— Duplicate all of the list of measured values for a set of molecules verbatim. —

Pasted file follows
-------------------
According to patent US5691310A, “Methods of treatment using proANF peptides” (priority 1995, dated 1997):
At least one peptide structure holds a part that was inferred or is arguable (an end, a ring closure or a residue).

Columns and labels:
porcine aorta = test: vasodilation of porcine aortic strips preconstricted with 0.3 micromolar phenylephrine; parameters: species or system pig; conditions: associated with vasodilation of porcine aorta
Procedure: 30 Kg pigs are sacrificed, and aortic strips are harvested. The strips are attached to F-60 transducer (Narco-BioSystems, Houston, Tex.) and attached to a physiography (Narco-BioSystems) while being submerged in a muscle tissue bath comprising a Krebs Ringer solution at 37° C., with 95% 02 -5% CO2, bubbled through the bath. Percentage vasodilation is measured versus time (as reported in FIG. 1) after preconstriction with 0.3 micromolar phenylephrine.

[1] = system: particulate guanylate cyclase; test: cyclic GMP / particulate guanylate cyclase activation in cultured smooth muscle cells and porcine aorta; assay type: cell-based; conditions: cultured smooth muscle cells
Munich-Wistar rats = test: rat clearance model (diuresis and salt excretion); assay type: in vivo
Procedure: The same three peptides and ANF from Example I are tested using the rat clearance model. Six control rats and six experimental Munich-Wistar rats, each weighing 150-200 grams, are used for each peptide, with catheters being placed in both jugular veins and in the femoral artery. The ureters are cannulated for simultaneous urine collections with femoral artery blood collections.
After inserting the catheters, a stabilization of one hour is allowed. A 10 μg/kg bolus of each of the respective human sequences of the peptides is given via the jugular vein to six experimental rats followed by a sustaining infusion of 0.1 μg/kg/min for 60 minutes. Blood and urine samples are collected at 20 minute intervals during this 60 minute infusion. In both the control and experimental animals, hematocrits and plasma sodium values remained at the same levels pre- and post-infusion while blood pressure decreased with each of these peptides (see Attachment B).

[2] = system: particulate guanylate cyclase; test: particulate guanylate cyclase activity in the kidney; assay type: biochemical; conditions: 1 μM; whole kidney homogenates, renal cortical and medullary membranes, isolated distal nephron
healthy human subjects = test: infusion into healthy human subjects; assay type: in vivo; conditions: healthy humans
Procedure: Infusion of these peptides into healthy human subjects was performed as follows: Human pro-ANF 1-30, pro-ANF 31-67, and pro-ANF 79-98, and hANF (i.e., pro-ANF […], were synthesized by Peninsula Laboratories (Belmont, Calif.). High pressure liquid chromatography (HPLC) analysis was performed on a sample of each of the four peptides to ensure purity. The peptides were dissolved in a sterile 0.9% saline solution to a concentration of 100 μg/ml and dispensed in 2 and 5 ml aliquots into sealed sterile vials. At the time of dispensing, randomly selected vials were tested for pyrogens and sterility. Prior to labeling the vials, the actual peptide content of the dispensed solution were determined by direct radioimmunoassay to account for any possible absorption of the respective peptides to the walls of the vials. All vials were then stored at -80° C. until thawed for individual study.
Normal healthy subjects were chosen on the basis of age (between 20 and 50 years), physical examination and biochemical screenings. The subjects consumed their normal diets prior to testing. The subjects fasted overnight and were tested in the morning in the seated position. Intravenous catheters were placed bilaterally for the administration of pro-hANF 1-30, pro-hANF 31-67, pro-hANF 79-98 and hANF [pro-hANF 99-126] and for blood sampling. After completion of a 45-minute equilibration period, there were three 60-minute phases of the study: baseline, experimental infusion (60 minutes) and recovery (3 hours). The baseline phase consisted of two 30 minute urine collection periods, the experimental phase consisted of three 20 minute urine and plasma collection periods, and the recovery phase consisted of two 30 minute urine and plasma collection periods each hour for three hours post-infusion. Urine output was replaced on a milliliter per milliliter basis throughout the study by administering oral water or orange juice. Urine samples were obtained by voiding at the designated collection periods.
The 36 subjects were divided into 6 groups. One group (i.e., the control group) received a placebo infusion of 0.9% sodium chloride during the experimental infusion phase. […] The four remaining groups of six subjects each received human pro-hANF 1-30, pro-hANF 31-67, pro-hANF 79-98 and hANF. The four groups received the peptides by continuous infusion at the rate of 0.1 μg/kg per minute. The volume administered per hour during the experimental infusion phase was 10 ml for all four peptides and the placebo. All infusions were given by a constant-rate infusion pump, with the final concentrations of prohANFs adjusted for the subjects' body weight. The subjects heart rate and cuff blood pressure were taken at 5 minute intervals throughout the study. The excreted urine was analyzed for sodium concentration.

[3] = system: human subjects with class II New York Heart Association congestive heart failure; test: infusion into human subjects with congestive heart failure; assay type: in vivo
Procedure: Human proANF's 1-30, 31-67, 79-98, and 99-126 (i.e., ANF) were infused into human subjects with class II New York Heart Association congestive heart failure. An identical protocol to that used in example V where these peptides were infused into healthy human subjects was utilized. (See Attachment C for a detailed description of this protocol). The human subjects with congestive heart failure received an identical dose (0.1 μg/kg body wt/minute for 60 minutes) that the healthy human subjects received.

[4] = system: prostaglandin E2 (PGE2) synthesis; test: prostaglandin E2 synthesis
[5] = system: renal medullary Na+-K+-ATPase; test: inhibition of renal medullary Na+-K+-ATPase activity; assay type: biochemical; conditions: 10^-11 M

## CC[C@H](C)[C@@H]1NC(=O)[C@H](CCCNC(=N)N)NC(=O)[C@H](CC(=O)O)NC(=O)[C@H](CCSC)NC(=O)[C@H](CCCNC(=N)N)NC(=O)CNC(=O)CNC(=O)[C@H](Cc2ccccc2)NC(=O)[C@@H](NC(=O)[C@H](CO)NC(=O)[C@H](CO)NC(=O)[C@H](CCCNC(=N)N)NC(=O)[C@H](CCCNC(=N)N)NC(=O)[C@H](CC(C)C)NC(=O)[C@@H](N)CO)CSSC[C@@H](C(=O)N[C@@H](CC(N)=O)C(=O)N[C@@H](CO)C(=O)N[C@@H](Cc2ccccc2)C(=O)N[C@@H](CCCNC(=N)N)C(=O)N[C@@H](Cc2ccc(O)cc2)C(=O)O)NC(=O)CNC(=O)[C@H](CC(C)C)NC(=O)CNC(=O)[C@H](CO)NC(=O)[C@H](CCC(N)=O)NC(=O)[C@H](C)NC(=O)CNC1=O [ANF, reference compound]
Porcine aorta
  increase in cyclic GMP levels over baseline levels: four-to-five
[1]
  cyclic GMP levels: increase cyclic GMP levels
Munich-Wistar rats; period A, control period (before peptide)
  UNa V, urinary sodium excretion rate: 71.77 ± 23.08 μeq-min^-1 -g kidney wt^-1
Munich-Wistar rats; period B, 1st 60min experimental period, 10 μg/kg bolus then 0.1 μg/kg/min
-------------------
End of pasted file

According to patent US5691310A, “Methods of treatment using proANF peptides” (priority 1995, dated 1997):
At least one peptide structure holds a part that was inferred or is arguable (an end, a ring closure or a residue).

Columns and labels:
porcine aorta = test: vasodilation of porcine aortic strips preconstricted with 0.3 micromolar phenylephrine; parameters: species or system pig; conditions: associated with vasodilation of porcine aorta
Procedure: 30 Kg pigs are sacrificed, and aortic strips are harvested. The strips are attached to F-60 transducer (Narco-BioSystems, Houston, Tex.) and attached to a physiography (Narco-BioSystems) while being submerged in a muscle tissue bath comprising a Krebs Ringer solution at 37° C., with 95% 02 -5% CO2, bubbled through the bath. Percentage vasodilation is measured versus time (as reported in FIG. 1) after preconstriction with 0.3 micromolar phenylephrine.

[1] = system: particulate guanylate cyclase; test: cyclic GMP / particulate guanylate cyclase activation in cultured smooth muscle cells and porcine aorta; assay type: cell-based; conditions: cultured smooth muscle cells
Munich-Wistar rats = test: rat clearance model (diuresis and salt excretion); assay type: in vivo
Procedure: The same three peptides and ANF from Example I are tested using the rat clearance model. Six control rats and six experimental Munich-Wistar rats, each weighing 150-200 grams, are used for each peptide, with catheters being placed in both jugular veins and in the femoral artery. The ureters are cannulated for simultaneous urine collections with femoral artery blood collections.
After inserting the catheters, a stabilization of one hour is allowed. A 10 μg/kg bolus of each of the respective human sequences of the peptides is given via the jugular vein to six experimental rats followed by a sustaining infusion of 0.1 μg/kg/min for 60 minutes. Blood and urine samples are collected at 20 minute intervals during this 60 minute infusion. In both the control and experimental animals, hematocrits and plasma sodium values remained at the same levels pre- and post-infusion while blood pressure decreased with each of these peptides (see Attachment B).

[2] = system: particulate guanylate cyclase; test: particulate guanylate cyclase activity in the kidney; assay type: biochemical; conditions: 1 μM; whole kidney homogenates, renal cortical and medullary membranes, isolated distal nephron
healthy human subjects = test: infusion into healthy human subjects; assay type: in vivo; conditions: healthy humans
Procedure: Infusion of these peptides into healthy human subjects was performed as follows: Human pro-ANF 1-30, pro-ANF 31-67, and pro-ANF 79-98, and hANF (i.e., pro-ANF […], were synthesized by Peninsula Laboratories (Belmont, Calif.). High pressure liquid chromatography (HPLC) analysis was performed on a sample of each of the four peptides to ensure purity. The peptides were dissolved in a sterile 0.9% saline solution to a concentration of 100 μg/ml and dispensed in 2 and 5 ml aliquots into sealed sterile vials. At the time of dispensing, randomly selected vials were tested for pyrogens and sterility. Prior to labeling the vials, the actual peptide content of the dispensed solution were determined by direct radioimmunoassay to account for any possible absorption of the respective peptides to the walls of the vials. All vials were then stored at -80° C. until thawed for individual study.
Normal healthy subjects were chosen on the basis of age (between 20 and 50 years), physical examination and biochemical screenings. The subjects consumed their normal diets prior to testing. The subjects fasted overnight and were tested in the morning in the seated position. Intravenous catheters were placed bilaterally for the administration of pro-hANF 1-30, pro-hANF 31-67, pro-hANF 79-98 and hANF [pro-hANF 99-126] and for blood sampling. After completion of a 45-minute equilibration period, there were three 60-minute phases of the study: baseline, experimental infusion (60 minutes) and recovery (3 hours). The baseline phase consisted of two 30 minute urine collection periods, the experimental phase consisted of three 20 minute urine and plasma collection periods, and the recovery phase consisted of two 30 minute urine and plasma collection periods each hour for three hours post-infusion. Urine output was replaced on a milliliter per milliliter basis throughout the study by administering oral water or orange juice. Urine samples were obtained by voiding at the designated collection periods.
The 36 subjects were divided into 6 groups. One group (i.e., the control group) received a placebo infusion of 0.9% sodium chloride during the experimental infusion phase. […] The four remaining groups of six subjects each received human pro-hANF 1-30, pro-hANF 31-67, pro-hANF 79-98 and hANF. The four groups received the peptides by continuous infusion at the rate of 0.1 μg/kg per minute. The volume administered per hour during the experimental infusion phase was 10 ml for all four peptides and the placebo. All infusions were given by a constant-rate infusion pump, with the final concentrations of prohANFs adjusted for the subjects' body weight. The subjects heart rate and cuff blood pressure were taken at 5 minute intervals throughout the study. The excreted urine was analyzed for sodium concentration.

[3] = system: human subjects with class II New York Heart Association congestive heart failure; test: infusion into human subjects with congestive heart failure; assay type: in vivo
Procedure: Human proANF's 1-30, 31-67, 79-98, and 99-126 (i.e., ANF) were infused into human subjects with class II New York Heart Association congestive heart failure. An identical protocol to that used in example V where these peptides were infused into healthy human subjects was utilized. (See Attachment C for a detailed description of this protocol). The human subjects with congestive heart failure received an identical dose (0.1 μg/kg body wt/minute for 60 minutes) that the healthy human subjects received.

[4] = system: prostaglandin E2 (PGE2) synthesis; test: prostaglandin E2 synthesis
[5] = system: renal medullary Na+-K+-ATPase; test: inhibition of renal medullary Na+-K+-ATPase activity; assay type: biochemical; conditions: 10^-11 M

## CC[C@H](C)[C@@H]1NC(=O)[C@H](CCCNC(=N)N)NC(=O)[C@H](CC(=O)O)NC(=O)[C@H](CCSC)NC(=O)[C@H](CCCNC(=N)N)NC(=O)CNC(=O)CNC(=O)[C@H](Cc2ccccc2)NC(=O)[C@@H](NC(=O)[C@H](CO)NC(=O)[C@H](CO)NC(=O)[C@H](CCCNC(=N)N)NC(=O)[C@H](CCCNC(=N)N)NC(=O)[C@H](CC(C)C)NC(=O)[C@@H](N)CO)CSSC[C@@H](C(=O)N[C@@H](CC(N)=O)C(=O)N[C@@H](CO)C(=O)N[C@@H](Cc2ccccc2)C(=O)N[C@@H](CCCNC(=N)N)C(=O)N[C@@H](Cc2ccc(O)cc2)C(=O)O)NC(=O)CNC(=O)[C@H](CC(C)C)NC(=O)CNC(=O)[C@H](CO)NC(=O)[C@H](CCC(N)=O)NC(=O)[C@H](C)NC(=O)CNC1=O [ANF, reference compound]
Porcine aorta
  increase in cyclic GMP levels over baseline levels: four-to-five
[1]
  cyclic GMP levels: increase cyclic GMP levels
Munich-Wistar rats; period A, control period (before peptide)
  UNa V, urinary sodium excretion rate: 71.77 ± 23.08 μeq-min^-1 -g kidney wt^-1
Munich-Wistar rats; period B, 1st 60min experimental period, 10 μg/kg bolus then 0.1 μg/kg/min